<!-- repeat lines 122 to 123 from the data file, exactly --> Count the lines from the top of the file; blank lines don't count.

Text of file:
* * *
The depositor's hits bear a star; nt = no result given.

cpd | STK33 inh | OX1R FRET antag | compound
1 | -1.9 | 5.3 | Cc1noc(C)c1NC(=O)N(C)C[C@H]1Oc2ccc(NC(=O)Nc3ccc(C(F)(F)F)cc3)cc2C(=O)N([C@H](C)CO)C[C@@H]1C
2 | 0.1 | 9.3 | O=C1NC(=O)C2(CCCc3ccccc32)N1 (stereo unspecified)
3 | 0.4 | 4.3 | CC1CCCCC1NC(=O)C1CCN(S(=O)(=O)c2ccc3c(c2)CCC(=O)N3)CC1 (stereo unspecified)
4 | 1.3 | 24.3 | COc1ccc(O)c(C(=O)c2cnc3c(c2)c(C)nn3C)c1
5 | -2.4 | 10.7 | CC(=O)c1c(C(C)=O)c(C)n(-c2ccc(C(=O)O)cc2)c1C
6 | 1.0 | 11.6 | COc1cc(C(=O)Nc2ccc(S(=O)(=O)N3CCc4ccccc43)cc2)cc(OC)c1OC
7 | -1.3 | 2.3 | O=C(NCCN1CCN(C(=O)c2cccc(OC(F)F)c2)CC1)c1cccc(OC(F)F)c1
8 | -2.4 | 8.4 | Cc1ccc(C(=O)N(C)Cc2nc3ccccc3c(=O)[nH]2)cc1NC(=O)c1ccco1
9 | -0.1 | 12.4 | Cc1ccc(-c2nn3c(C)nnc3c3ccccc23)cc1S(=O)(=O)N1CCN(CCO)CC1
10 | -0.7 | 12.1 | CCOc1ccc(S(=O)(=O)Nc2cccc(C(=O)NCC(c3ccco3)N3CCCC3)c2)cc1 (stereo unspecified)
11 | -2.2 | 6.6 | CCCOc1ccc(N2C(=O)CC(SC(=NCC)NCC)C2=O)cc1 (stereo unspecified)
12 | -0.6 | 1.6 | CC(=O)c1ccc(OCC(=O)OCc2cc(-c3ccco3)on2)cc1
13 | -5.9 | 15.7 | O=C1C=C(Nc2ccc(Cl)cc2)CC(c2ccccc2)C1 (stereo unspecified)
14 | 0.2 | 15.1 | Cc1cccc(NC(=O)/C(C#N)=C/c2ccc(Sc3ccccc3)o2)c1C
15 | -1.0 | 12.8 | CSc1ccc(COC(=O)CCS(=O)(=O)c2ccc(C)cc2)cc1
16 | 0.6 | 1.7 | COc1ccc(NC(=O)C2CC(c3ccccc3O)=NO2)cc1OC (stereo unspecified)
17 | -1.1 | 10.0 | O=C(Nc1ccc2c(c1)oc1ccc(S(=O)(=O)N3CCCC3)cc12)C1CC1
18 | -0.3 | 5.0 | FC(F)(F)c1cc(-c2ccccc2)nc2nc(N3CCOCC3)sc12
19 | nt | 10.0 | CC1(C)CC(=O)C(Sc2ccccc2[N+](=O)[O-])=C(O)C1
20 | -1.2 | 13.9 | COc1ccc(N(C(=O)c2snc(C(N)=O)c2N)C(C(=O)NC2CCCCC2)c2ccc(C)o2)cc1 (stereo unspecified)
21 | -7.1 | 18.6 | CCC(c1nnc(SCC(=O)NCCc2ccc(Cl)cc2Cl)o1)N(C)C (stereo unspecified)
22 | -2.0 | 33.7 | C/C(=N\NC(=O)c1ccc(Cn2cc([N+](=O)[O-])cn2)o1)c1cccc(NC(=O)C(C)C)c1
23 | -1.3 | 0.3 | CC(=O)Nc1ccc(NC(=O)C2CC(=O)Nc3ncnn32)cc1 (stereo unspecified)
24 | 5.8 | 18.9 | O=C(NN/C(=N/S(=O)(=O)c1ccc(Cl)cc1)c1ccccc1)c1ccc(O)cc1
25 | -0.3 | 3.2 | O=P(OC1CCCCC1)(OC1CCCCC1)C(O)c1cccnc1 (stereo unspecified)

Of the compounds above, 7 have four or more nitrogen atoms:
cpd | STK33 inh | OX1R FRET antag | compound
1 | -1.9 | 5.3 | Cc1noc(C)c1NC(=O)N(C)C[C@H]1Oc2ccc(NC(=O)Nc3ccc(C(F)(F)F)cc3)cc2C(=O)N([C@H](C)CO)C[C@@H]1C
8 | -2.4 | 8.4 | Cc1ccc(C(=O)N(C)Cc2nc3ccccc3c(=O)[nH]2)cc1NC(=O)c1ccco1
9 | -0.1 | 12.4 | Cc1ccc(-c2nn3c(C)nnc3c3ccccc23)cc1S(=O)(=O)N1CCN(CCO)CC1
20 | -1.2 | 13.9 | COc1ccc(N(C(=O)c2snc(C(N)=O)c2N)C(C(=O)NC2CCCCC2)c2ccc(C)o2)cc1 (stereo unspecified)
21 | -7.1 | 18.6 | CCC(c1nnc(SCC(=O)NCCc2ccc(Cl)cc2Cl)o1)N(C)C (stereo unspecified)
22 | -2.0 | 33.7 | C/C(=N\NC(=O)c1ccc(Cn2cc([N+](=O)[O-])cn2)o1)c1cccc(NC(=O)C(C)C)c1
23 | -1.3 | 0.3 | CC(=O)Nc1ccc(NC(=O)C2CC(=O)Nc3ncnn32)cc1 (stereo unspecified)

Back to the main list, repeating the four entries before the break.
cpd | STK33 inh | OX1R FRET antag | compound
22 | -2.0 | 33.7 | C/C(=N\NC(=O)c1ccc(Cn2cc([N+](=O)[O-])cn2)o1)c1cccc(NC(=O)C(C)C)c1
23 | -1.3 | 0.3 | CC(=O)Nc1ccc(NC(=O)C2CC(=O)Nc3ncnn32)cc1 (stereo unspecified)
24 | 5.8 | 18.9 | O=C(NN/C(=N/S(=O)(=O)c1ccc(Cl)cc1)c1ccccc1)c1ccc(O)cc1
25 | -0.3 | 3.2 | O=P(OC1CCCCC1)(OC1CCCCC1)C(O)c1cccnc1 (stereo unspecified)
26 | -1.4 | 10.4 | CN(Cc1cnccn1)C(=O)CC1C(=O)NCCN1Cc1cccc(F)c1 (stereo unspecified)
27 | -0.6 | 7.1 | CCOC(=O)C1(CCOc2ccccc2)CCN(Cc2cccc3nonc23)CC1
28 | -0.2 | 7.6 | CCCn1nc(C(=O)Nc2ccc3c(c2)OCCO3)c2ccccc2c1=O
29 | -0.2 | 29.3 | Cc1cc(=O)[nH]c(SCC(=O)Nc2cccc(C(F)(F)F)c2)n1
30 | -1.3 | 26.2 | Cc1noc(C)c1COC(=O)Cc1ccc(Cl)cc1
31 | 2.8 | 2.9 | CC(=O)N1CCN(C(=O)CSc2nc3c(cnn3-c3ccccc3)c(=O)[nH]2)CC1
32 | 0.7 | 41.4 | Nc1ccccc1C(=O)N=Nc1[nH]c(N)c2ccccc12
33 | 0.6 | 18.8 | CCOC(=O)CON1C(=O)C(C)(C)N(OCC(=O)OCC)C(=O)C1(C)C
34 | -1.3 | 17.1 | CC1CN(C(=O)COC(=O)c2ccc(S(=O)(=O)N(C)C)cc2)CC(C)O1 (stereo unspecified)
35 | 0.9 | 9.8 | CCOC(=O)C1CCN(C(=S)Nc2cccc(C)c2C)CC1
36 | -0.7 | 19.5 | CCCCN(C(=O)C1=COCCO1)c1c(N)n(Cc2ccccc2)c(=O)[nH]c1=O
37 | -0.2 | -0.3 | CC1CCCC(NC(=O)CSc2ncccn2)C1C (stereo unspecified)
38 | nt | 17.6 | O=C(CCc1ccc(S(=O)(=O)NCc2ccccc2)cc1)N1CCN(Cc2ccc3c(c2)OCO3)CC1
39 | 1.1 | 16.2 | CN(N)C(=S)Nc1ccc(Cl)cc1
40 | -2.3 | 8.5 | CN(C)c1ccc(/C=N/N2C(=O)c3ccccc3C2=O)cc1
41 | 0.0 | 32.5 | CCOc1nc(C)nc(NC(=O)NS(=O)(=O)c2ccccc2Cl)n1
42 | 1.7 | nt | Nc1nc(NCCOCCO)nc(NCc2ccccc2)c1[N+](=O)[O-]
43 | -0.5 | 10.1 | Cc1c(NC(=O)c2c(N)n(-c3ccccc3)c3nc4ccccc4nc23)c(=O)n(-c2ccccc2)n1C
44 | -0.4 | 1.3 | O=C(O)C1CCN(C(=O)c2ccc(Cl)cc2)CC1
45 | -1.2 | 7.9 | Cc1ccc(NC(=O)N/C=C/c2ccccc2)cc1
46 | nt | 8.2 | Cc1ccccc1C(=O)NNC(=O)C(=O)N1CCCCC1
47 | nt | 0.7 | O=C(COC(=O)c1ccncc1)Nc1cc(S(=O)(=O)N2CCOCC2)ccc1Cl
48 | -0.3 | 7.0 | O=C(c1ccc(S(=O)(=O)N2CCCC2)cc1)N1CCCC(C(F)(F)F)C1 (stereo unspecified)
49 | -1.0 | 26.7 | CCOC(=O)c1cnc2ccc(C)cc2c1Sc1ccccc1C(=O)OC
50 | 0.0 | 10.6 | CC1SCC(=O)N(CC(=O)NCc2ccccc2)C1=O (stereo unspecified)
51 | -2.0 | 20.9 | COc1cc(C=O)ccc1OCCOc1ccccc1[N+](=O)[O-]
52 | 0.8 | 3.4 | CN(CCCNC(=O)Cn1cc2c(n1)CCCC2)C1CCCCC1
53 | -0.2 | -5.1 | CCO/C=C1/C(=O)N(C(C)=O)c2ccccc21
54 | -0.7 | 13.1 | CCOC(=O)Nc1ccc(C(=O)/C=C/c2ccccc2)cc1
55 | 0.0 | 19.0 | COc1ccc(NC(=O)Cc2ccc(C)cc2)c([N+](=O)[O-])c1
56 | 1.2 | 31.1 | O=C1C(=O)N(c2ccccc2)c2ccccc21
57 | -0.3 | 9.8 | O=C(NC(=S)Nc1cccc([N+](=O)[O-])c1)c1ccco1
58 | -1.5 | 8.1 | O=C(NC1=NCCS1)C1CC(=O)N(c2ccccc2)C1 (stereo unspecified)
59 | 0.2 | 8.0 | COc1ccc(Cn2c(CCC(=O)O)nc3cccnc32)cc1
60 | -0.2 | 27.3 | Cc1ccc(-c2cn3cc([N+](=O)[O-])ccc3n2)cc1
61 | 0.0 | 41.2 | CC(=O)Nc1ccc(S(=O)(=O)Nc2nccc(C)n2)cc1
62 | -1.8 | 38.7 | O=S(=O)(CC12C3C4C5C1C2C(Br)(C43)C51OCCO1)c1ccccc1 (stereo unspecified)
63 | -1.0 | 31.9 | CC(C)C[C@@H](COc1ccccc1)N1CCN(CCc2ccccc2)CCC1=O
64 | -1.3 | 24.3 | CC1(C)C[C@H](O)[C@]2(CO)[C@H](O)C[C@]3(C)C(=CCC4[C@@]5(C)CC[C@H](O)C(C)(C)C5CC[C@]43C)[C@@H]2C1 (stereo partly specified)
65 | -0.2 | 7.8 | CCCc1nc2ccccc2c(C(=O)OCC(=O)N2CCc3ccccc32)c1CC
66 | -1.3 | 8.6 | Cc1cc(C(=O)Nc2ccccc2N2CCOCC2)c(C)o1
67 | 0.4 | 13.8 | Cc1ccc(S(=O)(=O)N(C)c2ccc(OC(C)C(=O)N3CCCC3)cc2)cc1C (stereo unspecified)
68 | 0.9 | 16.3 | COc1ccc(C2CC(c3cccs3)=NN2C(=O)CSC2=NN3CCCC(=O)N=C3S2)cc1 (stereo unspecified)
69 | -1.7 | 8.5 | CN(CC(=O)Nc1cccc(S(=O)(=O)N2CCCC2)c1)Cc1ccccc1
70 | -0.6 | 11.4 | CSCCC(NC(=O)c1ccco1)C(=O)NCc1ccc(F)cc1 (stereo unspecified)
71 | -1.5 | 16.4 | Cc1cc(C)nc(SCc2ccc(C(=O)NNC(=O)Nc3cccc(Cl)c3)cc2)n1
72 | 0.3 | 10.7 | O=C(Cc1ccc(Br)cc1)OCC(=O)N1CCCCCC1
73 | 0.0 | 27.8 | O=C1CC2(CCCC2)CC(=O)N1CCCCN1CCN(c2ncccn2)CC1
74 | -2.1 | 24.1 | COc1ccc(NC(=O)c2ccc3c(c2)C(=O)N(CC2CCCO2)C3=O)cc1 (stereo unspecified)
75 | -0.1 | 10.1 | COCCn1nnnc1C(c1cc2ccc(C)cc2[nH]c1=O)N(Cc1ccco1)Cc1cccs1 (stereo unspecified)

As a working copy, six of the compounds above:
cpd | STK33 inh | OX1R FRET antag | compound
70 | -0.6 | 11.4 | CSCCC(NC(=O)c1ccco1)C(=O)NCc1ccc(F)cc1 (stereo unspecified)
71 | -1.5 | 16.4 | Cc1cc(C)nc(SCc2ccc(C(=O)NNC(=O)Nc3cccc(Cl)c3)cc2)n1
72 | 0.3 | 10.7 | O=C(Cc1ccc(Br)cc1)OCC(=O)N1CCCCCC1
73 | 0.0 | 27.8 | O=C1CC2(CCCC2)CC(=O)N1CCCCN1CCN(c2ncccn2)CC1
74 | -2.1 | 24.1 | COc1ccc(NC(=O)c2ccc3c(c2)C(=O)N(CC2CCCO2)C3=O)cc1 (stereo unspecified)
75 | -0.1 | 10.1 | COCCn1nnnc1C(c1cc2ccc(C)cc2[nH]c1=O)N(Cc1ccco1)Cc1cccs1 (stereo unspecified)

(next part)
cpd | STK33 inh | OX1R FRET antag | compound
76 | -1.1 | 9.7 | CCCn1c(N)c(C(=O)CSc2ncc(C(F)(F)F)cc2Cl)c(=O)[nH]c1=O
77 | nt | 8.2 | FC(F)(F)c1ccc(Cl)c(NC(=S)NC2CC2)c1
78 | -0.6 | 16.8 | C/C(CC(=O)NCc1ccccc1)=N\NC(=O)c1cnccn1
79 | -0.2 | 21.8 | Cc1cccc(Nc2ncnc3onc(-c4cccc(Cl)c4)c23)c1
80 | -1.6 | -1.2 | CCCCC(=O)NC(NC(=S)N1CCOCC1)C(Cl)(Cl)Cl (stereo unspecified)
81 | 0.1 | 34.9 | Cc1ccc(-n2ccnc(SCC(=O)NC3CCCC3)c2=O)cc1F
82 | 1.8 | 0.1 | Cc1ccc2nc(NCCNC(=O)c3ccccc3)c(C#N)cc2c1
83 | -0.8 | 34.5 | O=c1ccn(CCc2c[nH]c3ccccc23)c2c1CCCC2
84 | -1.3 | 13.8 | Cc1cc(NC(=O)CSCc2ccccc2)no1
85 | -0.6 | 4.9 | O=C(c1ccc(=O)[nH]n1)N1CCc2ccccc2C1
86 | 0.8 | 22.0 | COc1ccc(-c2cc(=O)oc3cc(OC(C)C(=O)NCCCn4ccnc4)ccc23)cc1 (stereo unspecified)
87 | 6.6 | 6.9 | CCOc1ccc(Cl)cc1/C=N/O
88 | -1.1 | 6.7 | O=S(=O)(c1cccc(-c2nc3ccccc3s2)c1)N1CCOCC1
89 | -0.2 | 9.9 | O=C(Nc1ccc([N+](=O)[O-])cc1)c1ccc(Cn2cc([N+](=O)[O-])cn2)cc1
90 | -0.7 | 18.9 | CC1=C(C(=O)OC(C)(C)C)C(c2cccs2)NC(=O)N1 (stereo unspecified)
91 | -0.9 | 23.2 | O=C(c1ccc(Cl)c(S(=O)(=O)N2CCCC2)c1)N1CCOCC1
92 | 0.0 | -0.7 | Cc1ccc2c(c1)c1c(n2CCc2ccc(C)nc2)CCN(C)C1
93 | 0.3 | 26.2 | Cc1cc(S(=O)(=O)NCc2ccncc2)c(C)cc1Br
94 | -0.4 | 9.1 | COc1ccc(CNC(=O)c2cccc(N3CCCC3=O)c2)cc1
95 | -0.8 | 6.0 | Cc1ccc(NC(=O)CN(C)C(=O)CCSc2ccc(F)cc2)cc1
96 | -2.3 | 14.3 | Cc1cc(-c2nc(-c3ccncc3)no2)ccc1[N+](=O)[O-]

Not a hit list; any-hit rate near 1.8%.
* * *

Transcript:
95 | -0.8 | 6.0 | Cc1ccc(NC(=O)CN(C)C(=O)CCSc2ccc(F)cc2)cc1
96 | -2.3 | 14.3 | Cc1cc(-c2nc(-c3ccncc3)no2)ccc1[N+](=O)[O-]